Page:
government entities, the cost of benefits
to government workers, or, most importantly, the fact that Medicare doesn’t
undertake half the administrative functions of a typical private insurer.
Also, given that the average cost per
claimant within Medicare is substantially higher than it is for commercial
carriers, it’s only natural to obtain a
lower percentage factor—it requires
far less activity to process large claims
(arising from compact events) than
smaller ones. In other words, translate
to a per-member, per-month basis, and
the comparison narrows materially.
The list goes on and on. Among the
functions that Medicare does not do
for its 1. 5 percent are eligibility, fraud,
and claims control, as evidenced by numerous recent studies and disclosures.
It doesn’t cost much to stamp “paid”
on every bill that comes through, after
making sure it is re-priced to the allowable Medicare schedule.
Secondly, I’m rather surprised at how
the author apparently believes it’s perfectly OK for the government to fix prices
for providers and then essentially compel participation, particularly when those
prices are inadequate as determined by
all relevant studies. This practice not only
has created massive unauthorized taxes
in the form of cost shifting, but it doesn’t
allow for any quality variations between
providers. The author states, “As the single payer, the federal government has the
ability to adopt and enforce effective cost
controls on all providers.” He makes the
statement as if it is a given and doesn’t
justify why this should be allowed in the
first place. Doesn’t he understand the
consequences of such an improper use
of power and that, at best, it’s illegitimate
and, at worst, just plain wrong?
We’ve not had a fair playing field for
decades (if ever), so to put forward the
success of Medicare as evidence that
single payer is superior to a properly
regulated private marketplace (which we
also haven’t had) is totally inappropriate.
Yes, we need reform, but intelligent
reform. While it’s true that private insurers are afraid to compete against
the unfair advantages of a government
plan, the reality is that it’s the government that is afraid to play in the open
market, one where there’s no favored
status for any particular payer, private or public. The government and
private carriers would have to decide
how much they are willing to pay, and
the patient would have to choose an
insurer and provider based on the resulting economic decision. After all, the
fundamental economic transaction is
between the patient and the provider.
Any solution that ignores this reality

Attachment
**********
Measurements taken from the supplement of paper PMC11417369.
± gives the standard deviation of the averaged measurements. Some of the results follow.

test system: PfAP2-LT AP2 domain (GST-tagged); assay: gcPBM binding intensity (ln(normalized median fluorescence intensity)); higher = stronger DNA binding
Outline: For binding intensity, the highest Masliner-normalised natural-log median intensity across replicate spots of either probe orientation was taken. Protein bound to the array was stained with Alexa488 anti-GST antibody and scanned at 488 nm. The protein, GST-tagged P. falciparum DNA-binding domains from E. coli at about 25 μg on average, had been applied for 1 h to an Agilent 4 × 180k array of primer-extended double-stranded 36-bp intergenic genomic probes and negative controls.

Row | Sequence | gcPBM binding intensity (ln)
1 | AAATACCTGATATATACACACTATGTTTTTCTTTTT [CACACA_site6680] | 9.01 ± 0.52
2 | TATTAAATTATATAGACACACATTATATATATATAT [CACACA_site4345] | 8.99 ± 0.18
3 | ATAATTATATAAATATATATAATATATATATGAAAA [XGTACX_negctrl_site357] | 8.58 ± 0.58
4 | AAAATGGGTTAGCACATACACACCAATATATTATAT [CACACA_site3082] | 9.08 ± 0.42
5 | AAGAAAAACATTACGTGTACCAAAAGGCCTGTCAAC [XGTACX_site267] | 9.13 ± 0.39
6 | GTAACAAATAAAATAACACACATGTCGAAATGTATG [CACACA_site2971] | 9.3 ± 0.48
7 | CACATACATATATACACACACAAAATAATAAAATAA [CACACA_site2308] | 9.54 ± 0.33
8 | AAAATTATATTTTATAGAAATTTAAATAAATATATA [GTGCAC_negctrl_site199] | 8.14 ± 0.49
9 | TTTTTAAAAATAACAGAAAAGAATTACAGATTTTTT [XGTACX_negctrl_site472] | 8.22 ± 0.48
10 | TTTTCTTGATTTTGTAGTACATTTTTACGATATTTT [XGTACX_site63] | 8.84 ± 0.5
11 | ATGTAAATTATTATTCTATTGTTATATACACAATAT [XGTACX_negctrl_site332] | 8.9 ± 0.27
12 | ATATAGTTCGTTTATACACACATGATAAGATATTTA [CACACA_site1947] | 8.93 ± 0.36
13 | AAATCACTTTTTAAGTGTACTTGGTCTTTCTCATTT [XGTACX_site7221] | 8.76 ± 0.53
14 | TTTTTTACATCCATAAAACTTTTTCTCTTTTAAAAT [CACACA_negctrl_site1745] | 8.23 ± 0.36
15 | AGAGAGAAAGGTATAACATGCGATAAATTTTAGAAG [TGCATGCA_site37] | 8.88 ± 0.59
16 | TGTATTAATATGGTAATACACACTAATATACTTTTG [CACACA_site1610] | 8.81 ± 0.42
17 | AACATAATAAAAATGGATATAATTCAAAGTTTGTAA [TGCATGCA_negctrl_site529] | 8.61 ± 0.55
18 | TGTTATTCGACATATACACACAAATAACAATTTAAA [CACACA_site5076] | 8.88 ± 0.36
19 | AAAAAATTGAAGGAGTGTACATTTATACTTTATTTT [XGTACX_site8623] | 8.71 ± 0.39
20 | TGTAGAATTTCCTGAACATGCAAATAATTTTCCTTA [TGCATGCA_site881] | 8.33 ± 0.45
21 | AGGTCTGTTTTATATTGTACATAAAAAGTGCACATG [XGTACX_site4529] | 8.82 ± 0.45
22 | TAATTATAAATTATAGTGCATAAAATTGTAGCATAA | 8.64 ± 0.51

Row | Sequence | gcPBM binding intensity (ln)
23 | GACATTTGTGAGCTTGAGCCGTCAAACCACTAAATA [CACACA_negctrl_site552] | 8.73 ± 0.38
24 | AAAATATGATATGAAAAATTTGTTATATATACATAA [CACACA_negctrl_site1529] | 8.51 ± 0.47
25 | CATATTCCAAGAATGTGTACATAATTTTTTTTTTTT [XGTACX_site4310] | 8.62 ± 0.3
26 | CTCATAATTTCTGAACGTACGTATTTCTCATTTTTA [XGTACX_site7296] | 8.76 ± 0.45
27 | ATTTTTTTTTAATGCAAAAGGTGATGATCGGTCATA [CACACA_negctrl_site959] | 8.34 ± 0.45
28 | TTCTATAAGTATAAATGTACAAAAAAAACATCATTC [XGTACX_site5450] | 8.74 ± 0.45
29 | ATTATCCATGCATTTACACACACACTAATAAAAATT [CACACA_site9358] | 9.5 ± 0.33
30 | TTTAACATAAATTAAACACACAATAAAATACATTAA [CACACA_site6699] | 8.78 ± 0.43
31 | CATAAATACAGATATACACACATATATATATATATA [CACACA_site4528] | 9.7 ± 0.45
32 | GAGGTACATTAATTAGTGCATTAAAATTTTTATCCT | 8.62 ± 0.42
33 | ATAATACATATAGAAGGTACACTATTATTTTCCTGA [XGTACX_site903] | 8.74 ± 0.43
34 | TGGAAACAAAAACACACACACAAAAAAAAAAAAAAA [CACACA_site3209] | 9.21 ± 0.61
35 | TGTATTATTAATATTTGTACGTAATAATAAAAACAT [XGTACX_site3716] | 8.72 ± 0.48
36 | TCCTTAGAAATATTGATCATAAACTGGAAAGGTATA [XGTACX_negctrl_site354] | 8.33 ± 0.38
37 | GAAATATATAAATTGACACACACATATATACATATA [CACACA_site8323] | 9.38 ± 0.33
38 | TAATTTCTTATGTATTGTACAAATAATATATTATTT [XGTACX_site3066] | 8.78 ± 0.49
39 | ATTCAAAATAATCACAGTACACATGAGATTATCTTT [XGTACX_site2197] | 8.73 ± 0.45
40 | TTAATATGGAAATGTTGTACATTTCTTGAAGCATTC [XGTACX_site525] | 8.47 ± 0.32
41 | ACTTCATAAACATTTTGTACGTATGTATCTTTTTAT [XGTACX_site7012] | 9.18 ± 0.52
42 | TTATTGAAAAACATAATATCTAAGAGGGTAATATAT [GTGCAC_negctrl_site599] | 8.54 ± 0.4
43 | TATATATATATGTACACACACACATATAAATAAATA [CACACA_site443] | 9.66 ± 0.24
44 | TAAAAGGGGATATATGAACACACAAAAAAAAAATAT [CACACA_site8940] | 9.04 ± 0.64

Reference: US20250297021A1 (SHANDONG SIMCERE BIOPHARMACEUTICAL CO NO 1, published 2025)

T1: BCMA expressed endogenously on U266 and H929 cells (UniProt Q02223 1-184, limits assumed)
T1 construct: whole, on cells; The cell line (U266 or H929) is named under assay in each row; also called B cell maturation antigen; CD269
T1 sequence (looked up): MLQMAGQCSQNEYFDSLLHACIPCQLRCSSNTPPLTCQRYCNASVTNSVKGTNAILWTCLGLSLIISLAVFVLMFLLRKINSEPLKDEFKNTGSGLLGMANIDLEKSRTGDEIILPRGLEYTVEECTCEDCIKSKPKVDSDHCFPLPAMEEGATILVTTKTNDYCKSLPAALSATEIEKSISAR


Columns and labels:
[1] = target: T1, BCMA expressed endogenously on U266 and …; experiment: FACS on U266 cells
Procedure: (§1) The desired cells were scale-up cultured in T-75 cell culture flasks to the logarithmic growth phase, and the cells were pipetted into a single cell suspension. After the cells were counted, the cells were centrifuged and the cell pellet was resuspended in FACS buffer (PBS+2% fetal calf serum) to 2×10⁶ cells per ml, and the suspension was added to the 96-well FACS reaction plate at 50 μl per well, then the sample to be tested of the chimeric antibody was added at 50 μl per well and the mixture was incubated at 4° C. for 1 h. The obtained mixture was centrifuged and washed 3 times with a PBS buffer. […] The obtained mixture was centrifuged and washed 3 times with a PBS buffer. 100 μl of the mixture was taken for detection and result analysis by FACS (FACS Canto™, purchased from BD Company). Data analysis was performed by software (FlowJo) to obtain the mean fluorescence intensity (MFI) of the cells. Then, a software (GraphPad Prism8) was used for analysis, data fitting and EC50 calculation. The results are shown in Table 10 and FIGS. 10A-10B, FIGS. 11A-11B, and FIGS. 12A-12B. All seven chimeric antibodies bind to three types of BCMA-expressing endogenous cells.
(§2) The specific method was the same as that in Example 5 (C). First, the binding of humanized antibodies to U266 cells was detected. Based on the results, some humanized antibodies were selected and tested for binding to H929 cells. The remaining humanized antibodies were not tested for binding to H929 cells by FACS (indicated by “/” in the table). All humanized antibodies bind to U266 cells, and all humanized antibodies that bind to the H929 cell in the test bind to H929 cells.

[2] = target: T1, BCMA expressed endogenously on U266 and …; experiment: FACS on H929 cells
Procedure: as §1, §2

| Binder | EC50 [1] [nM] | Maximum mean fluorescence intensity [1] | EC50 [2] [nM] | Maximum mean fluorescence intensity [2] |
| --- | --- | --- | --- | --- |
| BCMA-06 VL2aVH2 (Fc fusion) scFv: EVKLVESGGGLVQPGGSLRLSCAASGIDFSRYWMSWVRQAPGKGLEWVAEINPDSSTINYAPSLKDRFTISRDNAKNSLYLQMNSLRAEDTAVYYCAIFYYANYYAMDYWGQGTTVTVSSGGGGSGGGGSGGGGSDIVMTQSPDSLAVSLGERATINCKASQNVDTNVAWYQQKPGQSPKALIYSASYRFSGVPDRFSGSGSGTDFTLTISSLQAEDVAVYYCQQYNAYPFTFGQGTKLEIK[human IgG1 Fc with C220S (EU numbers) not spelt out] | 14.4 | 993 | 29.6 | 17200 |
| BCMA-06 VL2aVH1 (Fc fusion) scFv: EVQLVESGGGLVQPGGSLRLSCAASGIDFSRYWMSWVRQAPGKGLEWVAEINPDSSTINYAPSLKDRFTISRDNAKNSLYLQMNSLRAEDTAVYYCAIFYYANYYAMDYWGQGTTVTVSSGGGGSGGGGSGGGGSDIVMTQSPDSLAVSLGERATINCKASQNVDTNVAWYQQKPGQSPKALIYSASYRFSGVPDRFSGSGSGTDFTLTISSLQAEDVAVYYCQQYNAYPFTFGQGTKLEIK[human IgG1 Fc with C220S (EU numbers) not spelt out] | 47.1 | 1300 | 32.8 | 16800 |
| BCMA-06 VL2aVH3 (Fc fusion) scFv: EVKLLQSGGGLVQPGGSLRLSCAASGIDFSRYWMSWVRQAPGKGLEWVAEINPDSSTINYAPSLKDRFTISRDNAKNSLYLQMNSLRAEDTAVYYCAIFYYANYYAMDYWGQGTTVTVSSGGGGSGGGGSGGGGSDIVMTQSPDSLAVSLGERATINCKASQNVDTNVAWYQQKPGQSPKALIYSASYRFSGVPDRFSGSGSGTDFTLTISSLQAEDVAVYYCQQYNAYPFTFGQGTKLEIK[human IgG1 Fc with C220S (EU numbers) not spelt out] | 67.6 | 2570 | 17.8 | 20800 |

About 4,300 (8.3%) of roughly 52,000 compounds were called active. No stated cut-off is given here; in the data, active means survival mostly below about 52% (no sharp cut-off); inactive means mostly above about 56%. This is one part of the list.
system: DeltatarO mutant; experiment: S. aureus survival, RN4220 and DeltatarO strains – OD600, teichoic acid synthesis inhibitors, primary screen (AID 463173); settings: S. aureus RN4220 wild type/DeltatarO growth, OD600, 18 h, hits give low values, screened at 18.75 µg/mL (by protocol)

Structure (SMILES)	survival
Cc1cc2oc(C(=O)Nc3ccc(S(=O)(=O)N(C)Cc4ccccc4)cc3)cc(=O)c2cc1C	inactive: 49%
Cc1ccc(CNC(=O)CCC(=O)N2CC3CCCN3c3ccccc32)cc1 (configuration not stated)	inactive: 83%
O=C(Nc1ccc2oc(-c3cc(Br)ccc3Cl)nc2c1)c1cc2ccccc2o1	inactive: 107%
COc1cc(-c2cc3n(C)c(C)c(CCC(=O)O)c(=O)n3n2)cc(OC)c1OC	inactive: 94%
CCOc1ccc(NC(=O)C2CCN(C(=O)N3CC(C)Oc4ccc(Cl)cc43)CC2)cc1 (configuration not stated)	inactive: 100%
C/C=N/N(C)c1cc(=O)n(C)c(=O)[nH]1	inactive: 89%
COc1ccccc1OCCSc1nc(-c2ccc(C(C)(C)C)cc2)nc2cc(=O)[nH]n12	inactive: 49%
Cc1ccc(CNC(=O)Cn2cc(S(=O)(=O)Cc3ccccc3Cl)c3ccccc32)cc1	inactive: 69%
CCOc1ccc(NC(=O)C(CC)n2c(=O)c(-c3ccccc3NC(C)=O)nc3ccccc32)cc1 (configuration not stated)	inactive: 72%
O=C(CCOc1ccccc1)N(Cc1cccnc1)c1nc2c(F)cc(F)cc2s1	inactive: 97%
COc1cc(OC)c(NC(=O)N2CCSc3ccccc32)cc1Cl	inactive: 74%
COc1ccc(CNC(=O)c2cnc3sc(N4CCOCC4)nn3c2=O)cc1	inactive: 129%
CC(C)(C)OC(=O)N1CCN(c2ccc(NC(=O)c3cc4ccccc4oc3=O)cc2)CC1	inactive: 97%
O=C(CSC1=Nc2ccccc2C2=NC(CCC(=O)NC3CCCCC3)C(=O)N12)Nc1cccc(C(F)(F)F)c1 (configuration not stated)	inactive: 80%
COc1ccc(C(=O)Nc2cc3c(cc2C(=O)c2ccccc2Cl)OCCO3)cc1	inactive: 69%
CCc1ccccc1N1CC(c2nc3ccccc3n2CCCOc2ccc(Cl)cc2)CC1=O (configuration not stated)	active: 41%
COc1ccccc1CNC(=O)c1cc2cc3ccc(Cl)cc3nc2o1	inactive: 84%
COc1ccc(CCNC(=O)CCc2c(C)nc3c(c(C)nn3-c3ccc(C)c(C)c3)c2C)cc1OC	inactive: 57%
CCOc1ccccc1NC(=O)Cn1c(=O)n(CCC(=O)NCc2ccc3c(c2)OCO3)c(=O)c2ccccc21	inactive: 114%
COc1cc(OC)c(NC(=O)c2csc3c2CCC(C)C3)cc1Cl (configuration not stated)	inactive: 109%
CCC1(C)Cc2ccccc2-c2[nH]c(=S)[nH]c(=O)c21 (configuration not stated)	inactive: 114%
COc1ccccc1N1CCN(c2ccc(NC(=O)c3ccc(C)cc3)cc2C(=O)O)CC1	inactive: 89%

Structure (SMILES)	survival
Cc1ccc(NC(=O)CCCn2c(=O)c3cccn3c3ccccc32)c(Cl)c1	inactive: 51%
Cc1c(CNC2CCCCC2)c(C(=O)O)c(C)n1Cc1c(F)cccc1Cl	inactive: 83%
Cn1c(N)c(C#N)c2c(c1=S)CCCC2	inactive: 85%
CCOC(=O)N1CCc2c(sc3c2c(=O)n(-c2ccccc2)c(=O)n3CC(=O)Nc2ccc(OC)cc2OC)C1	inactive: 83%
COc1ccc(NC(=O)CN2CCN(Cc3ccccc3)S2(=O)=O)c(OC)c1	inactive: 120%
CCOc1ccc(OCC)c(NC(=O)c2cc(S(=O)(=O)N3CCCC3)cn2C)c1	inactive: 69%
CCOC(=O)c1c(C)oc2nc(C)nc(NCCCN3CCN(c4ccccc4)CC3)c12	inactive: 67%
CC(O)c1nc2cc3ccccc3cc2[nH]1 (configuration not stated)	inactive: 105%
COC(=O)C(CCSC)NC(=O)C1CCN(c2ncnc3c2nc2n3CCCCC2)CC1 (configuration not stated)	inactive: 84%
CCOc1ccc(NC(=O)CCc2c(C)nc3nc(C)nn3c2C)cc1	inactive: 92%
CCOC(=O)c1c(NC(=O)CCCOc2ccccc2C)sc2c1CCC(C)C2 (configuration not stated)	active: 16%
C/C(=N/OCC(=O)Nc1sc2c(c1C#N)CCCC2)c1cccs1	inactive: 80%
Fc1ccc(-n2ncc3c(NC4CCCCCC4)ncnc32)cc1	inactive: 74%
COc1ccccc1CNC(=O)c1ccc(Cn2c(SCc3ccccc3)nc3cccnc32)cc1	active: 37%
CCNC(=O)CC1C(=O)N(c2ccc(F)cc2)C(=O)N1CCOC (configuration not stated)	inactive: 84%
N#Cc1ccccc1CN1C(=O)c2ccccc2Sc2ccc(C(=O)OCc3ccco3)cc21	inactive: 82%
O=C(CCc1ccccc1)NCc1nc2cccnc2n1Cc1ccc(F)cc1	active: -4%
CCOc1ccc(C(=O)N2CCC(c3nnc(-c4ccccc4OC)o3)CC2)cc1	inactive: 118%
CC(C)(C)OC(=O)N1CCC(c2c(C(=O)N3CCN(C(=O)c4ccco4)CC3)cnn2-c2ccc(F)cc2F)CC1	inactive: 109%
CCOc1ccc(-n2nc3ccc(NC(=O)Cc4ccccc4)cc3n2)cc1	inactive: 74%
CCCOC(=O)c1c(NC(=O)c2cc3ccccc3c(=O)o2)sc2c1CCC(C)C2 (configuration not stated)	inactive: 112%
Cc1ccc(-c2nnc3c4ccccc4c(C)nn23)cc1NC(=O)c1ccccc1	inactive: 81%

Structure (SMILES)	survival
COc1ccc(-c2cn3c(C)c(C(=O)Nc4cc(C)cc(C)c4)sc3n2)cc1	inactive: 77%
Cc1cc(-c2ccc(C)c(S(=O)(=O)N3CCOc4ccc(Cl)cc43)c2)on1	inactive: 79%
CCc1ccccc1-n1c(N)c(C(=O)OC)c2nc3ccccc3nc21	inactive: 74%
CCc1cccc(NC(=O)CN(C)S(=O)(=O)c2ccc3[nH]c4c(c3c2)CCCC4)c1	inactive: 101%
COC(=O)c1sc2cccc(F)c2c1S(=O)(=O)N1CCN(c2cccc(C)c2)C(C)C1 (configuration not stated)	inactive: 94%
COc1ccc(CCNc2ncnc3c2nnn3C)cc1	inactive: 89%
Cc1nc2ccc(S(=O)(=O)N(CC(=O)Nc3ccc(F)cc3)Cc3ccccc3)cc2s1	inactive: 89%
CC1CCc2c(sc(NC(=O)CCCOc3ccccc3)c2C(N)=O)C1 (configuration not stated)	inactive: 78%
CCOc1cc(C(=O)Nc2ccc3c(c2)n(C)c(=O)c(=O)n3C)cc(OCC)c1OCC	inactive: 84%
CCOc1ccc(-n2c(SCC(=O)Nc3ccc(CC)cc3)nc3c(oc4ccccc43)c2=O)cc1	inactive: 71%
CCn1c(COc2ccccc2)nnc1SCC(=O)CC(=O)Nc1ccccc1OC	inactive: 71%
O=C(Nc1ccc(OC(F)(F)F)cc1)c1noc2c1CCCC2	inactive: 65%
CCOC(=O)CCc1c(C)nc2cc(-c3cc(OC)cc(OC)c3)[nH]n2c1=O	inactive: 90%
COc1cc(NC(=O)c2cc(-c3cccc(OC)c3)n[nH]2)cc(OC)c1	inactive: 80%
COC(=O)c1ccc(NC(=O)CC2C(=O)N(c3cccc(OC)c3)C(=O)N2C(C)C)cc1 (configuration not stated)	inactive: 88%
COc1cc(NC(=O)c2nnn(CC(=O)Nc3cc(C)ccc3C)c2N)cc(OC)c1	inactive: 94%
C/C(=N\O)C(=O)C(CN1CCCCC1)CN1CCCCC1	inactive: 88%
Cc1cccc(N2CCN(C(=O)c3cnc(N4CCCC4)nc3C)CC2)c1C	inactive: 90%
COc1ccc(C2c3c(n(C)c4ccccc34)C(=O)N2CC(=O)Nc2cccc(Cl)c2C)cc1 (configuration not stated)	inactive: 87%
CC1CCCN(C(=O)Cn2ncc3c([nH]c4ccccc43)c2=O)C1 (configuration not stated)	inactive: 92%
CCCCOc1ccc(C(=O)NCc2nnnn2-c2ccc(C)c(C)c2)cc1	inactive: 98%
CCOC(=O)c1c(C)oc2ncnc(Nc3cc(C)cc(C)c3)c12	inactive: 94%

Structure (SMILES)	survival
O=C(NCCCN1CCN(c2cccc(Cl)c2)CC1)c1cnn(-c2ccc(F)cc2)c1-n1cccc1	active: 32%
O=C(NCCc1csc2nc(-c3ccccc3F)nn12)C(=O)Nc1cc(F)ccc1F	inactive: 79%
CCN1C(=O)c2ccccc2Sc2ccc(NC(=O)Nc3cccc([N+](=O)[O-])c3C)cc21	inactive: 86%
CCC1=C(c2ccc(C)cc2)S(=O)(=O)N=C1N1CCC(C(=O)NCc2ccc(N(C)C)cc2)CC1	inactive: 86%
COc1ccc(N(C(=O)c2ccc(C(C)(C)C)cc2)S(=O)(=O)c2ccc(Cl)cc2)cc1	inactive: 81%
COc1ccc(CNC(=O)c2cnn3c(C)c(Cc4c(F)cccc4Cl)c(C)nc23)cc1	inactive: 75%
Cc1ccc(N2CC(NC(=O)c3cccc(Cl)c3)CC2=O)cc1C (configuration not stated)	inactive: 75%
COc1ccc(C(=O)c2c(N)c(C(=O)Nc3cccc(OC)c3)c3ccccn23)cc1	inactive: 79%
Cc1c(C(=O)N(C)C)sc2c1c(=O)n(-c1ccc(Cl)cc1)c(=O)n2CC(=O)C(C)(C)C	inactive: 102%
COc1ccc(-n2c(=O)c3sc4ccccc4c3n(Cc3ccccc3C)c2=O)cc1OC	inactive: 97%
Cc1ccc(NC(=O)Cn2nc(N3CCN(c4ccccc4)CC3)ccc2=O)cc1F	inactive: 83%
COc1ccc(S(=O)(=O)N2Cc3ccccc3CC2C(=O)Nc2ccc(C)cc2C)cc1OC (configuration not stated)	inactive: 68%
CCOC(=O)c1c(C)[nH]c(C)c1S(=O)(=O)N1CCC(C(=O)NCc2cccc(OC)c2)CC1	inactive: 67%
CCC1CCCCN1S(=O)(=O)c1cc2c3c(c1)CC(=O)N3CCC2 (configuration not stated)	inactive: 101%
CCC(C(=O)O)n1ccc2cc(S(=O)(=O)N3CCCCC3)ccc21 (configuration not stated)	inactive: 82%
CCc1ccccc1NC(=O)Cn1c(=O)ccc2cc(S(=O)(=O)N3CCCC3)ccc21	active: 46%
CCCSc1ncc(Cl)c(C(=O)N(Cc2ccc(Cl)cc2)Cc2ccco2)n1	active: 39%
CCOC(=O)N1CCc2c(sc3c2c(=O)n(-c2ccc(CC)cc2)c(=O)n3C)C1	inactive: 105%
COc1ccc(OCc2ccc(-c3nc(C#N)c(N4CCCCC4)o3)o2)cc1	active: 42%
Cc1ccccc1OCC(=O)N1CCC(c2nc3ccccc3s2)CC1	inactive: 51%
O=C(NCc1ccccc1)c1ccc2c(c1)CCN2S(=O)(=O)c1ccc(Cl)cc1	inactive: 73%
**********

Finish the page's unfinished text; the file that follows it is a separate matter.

ultimately is doomed to fail.
much Better? really?
After reading Edwin Hustead’s com- mentary in the September/October
issue (“National Health Insurance—
Socialism or Realism?”), I was left
pondering how the author defines
“much better” in his statement that the
Medicare system works much better
than the private insurance system that’s
available to people under the age of 65.
Most people would base a conclusion about Medicare’s relative efficacy
on a comparison of benefits and costs.
While Medicare covers nearly all Americans who are at least 65 years old, it
does so by running a huge deficit while
underpaying providers for care.
The 2009 Medicare trustees’ report
indicates that about $342 billion will
need to be transferred from general
revenues to Medicare’s Hospital Insurance fund between 2009 and 2017, and
estimates that the difference between
Medicare’s total outlays and its dedicated financing sources will reach 45
percent of outlays in fiscal year 2014.
Despite general fund subsidies and
provider underpayments, Medicare
leaves significant costs uncovered. For
example, the hospital deductible is over
$1,000 for the first 60 days. Beginning
on Day 61, enrollees are expected to pay
$256 per day for the next 30 days and up
to $512 per day after that. Or consider
that Medicare will pay for a kidney transplant but limits coverage for necessary
and expensive anti-rejection drugs.
If the private insurance market provided such coverage gaps and required
billions of dollars annually from the U.S.
Treasury, it would be accused of either
abusing its customers and the taxpayers
or considered a “much better” market.
While the current private market is far
from perfect because of the numbers who
are left uncovered and the cost, it could
be dramatically improved. Legislation to
preclude exclusions for pre-existing conditions and cancellations due to injury or
illness would be a good start. Adequate
reimbursement rates under Medicare
and Medicaid would eliminate the need
for subsidization by the private market
and should reduce premiums.
Given the government’s track record
with Medicare, I doubt a single-payer
or public option with accompanying
large fiscal deficits would be a “much
the myth of Homo economicus
I never thought anyone seriously believed in Homo Economicus (“
Rethinking Rationality,” July/August
2009). This myth is parallel to the idea
that an unregulated free market works
best because investors know what’s in
their own interest. The key rogue word
is unregulated. An unregulated free
market has (at least) twice been proven a failed system—in 1930 and now.